Each country and culture interact with the global economy through a unique style of governance and rules. These have wide-ranging impacts on the success or failure of the people within the political system.
Political Philosophies Explained in Simple "Two Cow" Terms
You have two cows. Your lord takes some of the milk.
You have two cows. The government takes one and gives it to your neighbor.
You have two cows. The government takes them both and gives you some milk.
You have two cows. The government takes them both and sells you some milk.
You have two cows. The government takes them and denies they ever existed. Milk is banned.
You have two cows. You sell one and buy a bull. Your herd multiplies and the economy grows. You sell them and retire on the income.
You have two cows. The government taxes you to the point you have to sell both to support a man in a foreign country who has only one cow, which was a gift from your government.
You have two cows. You sell one, and force the other to produce the milk of four cows. Later you hire a consultant to analyze why the cow has dropped dead.
Enron Venture Capitalism
You have two cows. You sell three of them to your publicly listed company, using letters of credit opened by your brother-in-law at the bank. He then executes a debt/equity swap with an associated general offer so that you get all four cows back, with a tax exemption for five cows. The milk rights of the six cows are transferred via an intermediary to a Cayman Island company secretly owned by your CFO who sells the rights to all seven cows back to your listed company. The annual report says the company owns eight cows, with an option on six more.
Arthur Andersen Model Capitalism
You have papers for two cows but no cows. You shred them.
You have two cows. At first the government regulates what you can feed them and when you can milk them. Then it pays you not to milk them. Then it takes both, shoots one, milks the other and pours the milk down the drain. Then it requires you to fill out forms accounting for the missing cows.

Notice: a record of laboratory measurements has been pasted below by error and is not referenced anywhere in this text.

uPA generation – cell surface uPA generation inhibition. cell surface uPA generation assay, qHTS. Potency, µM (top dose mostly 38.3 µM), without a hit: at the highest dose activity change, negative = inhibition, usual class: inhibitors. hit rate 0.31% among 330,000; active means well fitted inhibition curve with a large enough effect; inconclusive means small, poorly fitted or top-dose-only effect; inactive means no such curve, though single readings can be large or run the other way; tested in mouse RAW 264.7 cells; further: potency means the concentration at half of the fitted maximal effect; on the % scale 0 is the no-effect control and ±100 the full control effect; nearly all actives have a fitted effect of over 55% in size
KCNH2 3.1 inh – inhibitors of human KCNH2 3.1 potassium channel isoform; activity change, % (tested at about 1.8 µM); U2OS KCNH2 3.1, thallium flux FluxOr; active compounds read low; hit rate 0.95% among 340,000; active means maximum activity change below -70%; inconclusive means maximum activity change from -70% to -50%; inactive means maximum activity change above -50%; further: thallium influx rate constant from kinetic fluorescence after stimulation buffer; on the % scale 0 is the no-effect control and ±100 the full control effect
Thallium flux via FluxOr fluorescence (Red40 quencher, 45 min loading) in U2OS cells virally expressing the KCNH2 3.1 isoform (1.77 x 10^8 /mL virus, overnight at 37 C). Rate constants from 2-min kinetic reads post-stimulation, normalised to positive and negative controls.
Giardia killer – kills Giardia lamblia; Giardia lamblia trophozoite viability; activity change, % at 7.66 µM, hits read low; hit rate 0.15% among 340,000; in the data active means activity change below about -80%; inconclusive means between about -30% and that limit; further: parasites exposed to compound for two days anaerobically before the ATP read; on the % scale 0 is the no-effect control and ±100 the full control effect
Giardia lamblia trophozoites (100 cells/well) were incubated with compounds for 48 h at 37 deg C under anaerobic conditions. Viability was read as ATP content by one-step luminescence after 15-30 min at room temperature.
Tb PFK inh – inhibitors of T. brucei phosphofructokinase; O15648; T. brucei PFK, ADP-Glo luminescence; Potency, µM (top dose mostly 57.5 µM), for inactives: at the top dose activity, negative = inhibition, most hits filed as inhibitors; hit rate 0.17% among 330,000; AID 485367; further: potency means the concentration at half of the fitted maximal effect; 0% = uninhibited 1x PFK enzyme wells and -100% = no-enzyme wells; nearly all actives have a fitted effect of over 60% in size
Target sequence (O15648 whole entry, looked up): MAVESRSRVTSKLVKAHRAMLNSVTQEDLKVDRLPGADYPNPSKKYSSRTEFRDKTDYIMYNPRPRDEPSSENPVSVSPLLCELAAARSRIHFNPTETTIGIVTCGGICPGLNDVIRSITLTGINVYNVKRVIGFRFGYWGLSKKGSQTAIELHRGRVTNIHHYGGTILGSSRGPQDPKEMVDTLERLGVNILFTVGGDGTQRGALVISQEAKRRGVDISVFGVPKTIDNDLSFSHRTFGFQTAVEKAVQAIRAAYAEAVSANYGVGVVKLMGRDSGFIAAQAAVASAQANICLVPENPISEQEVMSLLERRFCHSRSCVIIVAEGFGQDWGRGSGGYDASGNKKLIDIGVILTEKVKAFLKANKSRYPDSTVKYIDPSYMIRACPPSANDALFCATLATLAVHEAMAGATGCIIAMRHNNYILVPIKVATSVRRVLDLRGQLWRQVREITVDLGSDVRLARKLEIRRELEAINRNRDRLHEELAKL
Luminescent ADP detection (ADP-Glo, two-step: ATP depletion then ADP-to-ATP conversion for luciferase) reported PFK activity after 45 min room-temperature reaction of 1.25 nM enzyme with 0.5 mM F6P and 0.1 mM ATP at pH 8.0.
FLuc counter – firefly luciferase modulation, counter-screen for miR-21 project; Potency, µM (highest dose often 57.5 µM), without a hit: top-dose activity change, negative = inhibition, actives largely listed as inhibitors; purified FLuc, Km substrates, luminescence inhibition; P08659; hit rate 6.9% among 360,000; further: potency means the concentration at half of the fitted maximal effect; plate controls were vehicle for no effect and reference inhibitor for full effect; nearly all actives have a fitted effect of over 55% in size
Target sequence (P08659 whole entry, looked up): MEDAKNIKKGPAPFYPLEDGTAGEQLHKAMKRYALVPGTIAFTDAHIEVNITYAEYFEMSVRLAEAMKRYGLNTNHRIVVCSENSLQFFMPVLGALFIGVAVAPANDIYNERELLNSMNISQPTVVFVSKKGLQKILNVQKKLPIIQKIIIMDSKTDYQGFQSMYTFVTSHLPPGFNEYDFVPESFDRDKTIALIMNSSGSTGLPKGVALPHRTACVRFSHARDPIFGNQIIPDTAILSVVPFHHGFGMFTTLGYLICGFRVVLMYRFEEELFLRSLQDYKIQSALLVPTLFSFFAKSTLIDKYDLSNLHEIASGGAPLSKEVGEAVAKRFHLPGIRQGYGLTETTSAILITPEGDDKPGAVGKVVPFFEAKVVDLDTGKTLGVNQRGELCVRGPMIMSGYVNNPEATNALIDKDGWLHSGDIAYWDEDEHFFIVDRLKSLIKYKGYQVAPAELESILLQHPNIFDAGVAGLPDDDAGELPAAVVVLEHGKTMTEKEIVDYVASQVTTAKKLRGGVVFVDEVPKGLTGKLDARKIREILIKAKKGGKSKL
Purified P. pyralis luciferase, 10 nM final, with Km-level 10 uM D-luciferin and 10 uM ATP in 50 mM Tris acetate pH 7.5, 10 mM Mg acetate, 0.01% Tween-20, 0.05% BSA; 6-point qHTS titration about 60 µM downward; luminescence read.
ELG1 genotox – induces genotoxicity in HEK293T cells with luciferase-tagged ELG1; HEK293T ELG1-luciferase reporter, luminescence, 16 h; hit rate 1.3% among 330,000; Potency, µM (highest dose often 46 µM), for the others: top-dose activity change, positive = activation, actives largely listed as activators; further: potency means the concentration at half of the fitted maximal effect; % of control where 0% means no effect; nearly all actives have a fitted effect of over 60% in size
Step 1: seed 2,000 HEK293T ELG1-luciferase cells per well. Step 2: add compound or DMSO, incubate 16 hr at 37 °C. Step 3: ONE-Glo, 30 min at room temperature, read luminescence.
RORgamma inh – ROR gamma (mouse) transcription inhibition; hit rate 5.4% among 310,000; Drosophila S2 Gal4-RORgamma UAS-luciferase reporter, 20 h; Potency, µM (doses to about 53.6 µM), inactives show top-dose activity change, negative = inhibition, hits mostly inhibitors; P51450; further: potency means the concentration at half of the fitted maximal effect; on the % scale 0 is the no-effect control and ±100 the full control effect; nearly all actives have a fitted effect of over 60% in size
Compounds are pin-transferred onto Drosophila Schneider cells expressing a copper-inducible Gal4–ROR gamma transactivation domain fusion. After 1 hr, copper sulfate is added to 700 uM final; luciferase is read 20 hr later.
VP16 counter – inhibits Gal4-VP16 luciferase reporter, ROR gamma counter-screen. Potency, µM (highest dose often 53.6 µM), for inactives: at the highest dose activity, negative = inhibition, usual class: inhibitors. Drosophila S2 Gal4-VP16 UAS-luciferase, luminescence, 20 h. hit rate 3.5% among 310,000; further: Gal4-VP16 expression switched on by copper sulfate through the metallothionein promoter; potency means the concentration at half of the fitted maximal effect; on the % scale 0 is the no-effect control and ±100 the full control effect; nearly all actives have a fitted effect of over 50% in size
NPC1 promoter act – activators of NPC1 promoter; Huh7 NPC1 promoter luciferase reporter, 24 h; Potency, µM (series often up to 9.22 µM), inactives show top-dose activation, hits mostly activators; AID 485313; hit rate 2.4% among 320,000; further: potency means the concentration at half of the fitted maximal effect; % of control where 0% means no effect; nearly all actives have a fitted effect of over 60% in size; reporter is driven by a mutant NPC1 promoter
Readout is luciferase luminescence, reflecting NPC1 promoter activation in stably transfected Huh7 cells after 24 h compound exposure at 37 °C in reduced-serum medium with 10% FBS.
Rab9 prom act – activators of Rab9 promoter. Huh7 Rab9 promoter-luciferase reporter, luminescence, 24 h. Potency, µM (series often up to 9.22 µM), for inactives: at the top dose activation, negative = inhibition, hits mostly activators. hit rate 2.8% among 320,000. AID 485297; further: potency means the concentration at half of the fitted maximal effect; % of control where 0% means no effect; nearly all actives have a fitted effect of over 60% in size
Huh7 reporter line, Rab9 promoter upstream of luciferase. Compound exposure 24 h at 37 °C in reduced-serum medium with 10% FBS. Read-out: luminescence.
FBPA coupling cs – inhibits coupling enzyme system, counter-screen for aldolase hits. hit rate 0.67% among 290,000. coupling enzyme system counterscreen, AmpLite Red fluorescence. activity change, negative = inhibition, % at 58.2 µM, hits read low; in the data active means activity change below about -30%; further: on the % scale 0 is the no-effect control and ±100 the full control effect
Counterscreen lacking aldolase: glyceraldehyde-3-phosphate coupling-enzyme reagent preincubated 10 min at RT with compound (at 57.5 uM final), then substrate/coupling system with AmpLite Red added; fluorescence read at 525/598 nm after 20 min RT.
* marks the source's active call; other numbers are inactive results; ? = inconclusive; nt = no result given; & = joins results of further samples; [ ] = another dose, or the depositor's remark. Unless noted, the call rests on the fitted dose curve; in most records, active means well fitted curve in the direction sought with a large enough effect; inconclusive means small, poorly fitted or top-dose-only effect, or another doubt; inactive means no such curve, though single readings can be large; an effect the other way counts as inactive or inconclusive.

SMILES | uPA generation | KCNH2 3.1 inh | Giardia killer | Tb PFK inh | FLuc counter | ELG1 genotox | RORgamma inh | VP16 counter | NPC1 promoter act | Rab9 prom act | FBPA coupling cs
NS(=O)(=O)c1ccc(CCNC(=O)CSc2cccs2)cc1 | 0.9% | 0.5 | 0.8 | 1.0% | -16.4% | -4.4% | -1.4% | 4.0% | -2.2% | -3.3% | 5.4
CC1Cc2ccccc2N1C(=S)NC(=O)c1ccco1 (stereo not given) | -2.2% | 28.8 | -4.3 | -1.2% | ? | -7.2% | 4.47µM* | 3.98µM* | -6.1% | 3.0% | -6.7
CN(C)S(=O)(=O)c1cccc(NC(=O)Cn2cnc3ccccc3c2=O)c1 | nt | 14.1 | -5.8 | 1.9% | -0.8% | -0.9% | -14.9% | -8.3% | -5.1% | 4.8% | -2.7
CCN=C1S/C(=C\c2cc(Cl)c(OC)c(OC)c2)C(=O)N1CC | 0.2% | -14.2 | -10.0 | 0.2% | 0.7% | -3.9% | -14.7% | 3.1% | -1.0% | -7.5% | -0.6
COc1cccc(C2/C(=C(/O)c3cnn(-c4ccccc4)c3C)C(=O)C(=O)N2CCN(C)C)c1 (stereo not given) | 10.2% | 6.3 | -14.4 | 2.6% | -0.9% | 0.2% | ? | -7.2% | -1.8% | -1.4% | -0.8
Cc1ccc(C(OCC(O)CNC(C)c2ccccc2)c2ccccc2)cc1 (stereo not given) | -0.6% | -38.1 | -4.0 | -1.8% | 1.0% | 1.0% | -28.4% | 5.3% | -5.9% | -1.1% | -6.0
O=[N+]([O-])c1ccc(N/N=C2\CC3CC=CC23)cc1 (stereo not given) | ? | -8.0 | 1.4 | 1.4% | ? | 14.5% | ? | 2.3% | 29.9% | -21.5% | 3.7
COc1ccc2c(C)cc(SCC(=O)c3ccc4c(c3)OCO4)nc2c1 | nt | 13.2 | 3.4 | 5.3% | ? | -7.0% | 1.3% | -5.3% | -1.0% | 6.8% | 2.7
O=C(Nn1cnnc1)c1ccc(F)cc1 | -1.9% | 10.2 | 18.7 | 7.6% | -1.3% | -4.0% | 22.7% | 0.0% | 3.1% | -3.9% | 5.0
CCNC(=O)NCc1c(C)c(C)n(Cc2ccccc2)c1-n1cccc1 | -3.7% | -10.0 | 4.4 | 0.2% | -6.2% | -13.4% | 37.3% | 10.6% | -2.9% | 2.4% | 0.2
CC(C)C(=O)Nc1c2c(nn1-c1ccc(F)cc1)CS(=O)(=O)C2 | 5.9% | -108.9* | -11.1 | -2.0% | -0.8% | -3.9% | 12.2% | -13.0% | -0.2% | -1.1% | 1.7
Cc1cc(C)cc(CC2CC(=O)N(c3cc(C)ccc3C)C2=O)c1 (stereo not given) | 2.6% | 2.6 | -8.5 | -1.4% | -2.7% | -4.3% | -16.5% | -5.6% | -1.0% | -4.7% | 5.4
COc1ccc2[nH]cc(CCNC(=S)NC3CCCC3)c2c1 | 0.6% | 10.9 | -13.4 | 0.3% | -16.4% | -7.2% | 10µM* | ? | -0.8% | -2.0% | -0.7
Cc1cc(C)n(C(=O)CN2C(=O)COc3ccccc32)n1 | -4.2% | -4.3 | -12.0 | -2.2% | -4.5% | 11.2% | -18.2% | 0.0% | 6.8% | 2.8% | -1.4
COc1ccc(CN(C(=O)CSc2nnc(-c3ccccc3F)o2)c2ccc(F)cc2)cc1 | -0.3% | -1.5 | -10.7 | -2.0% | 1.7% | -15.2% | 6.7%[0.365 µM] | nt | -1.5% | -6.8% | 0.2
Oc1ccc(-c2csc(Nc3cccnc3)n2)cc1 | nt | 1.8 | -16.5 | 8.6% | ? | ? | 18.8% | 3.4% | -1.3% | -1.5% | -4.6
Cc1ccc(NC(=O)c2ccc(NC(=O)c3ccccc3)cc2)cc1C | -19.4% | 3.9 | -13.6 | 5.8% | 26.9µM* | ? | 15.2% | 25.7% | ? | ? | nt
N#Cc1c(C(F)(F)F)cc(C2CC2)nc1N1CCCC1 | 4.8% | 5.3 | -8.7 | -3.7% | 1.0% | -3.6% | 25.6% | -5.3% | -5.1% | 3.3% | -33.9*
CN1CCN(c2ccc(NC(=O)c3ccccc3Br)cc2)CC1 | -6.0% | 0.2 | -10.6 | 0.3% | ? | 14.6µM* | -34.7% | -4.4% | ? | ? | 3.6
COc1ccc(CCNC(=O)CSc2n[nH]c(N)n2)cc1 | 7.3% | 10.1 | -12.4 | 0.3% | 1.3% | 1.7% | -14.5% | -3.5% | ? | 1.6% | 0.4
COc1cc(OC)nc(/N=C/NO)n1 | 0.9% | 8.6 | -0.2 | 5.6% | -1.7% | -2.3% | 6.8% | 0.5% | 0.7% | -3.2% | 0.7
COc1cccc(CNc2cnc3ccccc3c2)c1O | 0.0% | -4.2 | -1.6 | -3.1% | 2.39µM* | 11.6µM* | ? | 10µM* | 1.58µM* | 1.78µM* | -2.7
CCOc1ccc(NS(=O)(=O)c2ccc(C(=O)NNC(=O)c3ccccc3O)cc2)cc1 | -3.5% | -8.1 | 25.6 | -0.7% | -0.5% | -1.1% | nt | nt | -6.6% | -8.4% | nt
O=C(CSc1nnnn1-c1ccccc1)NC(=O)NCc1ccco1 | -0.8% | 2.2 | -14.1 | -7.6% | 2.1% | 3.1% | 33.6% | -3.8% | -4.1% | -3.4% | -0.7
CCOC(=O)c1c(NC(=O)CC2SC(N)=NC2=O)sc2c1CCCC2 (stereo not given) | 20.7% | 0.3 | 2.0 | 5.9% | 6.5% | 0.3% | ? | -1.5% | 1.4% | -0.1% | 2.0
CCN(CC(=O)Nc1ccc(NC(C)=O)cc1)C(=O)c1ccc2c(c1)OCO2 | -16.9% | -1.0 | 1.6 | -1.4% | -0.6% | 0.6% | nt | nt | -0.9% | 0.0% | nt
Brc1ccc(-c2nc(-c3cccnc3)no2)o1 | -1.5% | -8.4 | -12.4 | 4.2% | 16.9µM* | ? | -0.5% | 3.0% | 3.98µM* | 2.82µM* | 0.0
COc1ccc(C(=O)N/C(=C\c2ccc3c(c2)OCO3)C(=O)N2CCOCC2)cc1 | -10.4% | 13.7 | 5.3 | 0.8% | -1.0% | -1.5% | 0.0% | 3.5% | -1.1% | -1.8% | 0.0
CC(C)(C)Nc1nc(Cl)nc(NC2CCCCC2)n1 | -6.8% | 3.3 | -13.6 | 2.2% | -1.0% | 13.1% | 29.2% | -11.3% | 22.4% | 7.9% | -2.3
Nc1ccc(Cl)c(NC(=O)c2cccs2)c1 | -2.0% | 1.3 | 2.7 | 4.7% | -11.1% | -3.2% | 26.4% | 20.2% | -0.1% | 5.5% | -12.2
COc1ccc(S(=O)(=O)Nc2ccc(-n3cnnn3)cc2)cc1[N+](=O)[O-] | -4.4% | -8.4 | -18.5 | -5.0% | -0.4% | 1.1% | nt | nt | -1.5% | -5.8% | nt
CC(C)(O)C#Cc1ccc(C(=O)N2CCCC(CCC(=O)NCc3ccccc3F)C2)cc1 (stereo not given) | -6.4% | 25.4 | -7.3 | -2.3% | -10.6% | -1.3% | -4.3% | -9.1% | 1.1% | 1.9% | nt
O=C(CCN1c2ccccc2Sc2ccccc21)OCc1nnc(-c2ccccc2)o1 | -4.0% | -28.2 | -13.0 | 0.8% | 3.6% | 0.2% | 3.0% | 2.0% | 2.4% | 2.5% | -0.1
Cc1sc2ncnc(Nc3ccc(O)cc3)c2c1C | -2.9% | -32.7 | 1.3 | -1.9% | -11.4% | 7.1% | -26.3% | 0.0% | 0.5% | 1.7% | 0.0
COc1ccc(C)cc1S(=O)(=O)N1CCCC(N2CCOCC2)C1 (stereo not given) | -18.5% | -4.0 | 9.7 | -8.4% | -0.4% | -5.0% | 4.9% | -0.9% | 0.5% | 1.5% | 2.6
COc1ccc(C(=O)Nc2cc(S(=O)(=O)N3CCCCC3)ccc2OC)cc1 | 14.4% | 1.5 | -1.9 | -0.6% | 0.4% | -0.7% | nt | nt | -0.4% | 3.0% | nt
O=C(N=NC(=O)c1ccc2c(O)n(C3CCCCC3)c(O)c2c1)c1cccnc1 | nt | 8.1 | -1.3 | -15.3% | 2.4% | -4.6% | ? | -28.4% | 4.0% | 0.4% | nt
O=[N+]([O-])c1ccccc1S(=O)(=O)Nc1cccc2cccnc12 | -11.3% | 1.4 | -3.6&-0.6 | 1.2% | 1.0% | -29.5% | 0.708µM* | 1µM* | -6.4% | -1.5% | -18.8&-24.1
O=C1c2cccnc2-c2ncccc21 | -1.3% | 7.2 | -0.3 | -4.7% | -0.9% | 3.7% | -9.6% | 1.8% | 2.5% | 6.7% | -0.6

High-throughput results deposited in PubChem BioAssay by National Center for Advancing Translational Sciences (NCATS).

You have two giraffes. You are required to take harmonica lessons.
Politically Correct Capitalism
You are associated ("ownership" is a symbol of the war mongering, intolerant past) with two differently-aged (but no less valuable to society) bovines of non-specified gender.
You have two cows. You go on strike, organize a riot and block the roads because you want three cows.
You have two cows, You redesign them so they are 1/10 the size of an ordinary cow and produce 20 times the milk. You then create a clever cow image called 'Cowkimon' and market it wordwide.
You have 5000 cows. None of them belong to you. You charge owners for storing them.
You have two cows. You feed them sheep's brains and they go mad. The government doesn't do anything.
You have two cows. You have 300 people miling them. You claim the you have full employment and high bovine productivity. You arrest the newsman who reports otherwise.
Everyone thinks you have many cows. You tell them you have none but they don't believe you and bomb the $h*! out of your country. You still have no cows but at least you are part of a democracy.
You have two cows. Business seems good. You close the office and go for a few celebratory beers.
To which economic model do you subscribe?
"You have two cows" jokes originated as a parody of the typical examples used in introductory-level economics course material. They featured a farmer in a moneyless society who uses the cattle he owns to trade with his neighbors. A typical example is: "You have two cows; you want chickens; you set out to find another farmer who has chickens and wants a cow". These examples were meant to show the limitations of the barter system, leading to the eventual introduction of currency and money.
The "two cows" parodies, however, place the cow-owner in a full-fledged economic system where cows are used as a metaphor for all currency, capital, and property. The intent of these jokes is usually to point out flaws and absurdities in those systems.
Jokes of this type attracted the attention of a scholars in the USA as early as 1944. An article in The Modern Language Journal discusses the classical ones, such as:
- Socialism: You have two cows. You give one to your neighbor.
- Communism: You have two cows. You give them to the Government, and the Government then gives you some milk.
- Capitalism: You have two cows. You sell one and buy a bull.
- Naziism: You have two cows. The Government shoots you and takes the cows.
Such lists circulated throughout Canada since around 1936 under the title "Parable of the Isms". A column in The Chicago Daily Tribune in 1938 attributes a version involving socialism, communism, fascism and New Dealism to an address by Silas Strawn to the Economic Club of Chicago on November 29, 1935.
It is a good thing the farmers were raising cattle insead of sheep!